Thereafter the moderator of the day; Fil.Dr. and substitute ass. Professor at OFL Anna Kjellström, introduced the first lecturer of the day:


“Climate and skeleton. Towards a Human Ecology of Skeletal remains”

Fil.Dr. Tobjörn Ahlström from Department of Archaeology and Ancient History, Lund University.


Ahlström began his lecture with an introduction to the Cornucopian versus Catastrophic debate, optimism versus pessimism.

The debate concerns the limits to global agricultural production where the Optimists point to technological progress as the answer and the pessimists stress limits on arable land.

The Cornucopian or optimistic view holds that continued progress and provision of material items for mankind can be met by advances in technology. In other words if the population grows bigger we will find ways to support the larger population. The term cornucopian comes from the name of  the mythical “horn of plenty” (cornucopia) of the Greek mythology which supplied its owners with endless food and drink magically.

The Catastrophic or pessimistic view was presented by Thomas Robert Malthus “An Essay on the Principles of Population has served to define the terms of debate on human population growth and the Earth’s capacity to provide subsistence” ca 200 yrs ago (1798). His hypothesis was that a human population had the potential to increase exponentially if it weren’t limited by support from its resource base. If or when the birthrate is increasing faster than the resource rate this will lead famine and/or the possible collapse of a society. The growth of the number of human consumers and their demands will always threaten to outrun the growth of sustenance. In other words there a society can only grow to a certain size.

In later time the demographic-economic paradox has though proven Malthus wrong.

Within the society of archaeologists and historians there is a form of anthropological uniformitarianism were most gives a very similar view on population growth in prehistoric times. The popular statement is that there is a substantial population growth from ca 1500 BC, with the agricultural revolution. In other word the previous periods were kind of uneventful regarding population growth. The uniform thought could be summarized as slow process during the prehistoric and fast processes today. Ahlströms asks himself and us if this really is the case and how we can find an answer to this?

One thing we can study is climate changes and especially abrupt climate changes and compare this to measurable elements for example human skeletons. The climate change in prehistoric times is studied through ice cores from Greenland and one measurable change on the skeleton that could be connected to climate change is stature.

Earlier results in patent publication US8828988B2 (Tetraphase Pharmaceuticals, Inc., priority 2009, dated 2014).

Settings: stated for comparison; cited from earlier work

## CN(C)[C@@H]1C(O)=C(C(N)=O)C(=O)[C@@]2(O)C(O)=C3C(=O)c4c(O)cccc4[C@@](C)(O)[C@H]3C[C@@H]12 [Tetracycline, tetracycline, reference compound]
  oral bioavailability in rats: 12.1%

During the younger Dryas there are two known abrupt climate changes, the 10000 BC event and the 6000 BC event. Both these events happened due to changes in the North Atlantic Sea, one plausible theory is that large amounts of newly melted freshwater might have been rushing into the Sea from the north American continent.

One thing that we lack today is a calibration of archaeology and paleoclimatology.

There is no evidence for a climate change during the transgression period between the Ertebölle culture (Mesolithic, 5200-4000 B.C.) and the Funnel beaker culture (early Neolithic, ca 4000-2800 B.C., the first agriculturists in Scandinavia). But there is evidence for climate change between the time of the Funnel beaker culture and Pitted ware culture (3200-2300 B.C.).

In the skeletons we find several morphological changes that are due adaptation, possibly climatic change. For example the differences between Neanderthals, Homo Sapiens and Homo Sapiens Sapiens could in part be explained by adaptations to different climates.

Ahlström proposes several questions, analysis, that could give us some answers:

  • At what age do the weaning starts?
  • At what age do puberty start?
  • Studies of differences in adult body size
  • Study of mortality scheduals etc.

Another interesting model that can be applied is the Lotka-Volterra model, developed independently by Lotka (1925) and Volterra (1926). This is a model predator-prey interaction where survival is the most important and fertility can be seen as instrument for survival but also as a counterbalance tool. If the life expectancy within a population is high they tends less children than in a population where the life expectancy is low.

Another theory is the Life history theory, an analytical framework that is widely used both in animal and human research where one presumes that many of the physiological traits and behaviors of individuals may be understood in terms of the key maturational and reproductive characteristics that define the life course.

For example why are the pygmees shorter than other groups that lives in the same enviorment? The fact that they live in the same enviorment tells us the stature is not due to any singel enviorment. If one study the growth curves of the pygmees one can see that they stop growing at an early age 12-14 yrs comperd to other groups. In compersiment they also enter puberty early, at ca 12-20 yrs. Some has concluded that this might be a result of fetal imprinting or programing.

Back to climate again but we make a jump in time to the Middle Ages and Historic times.

Two interesing penomenas to study are the medevial warmth period (MWP) (ca 800-1300 AD) and the small Ice Age (LIA) (ca 1400-1850 AD). An intersting study is the corralation between life expectensy and body length.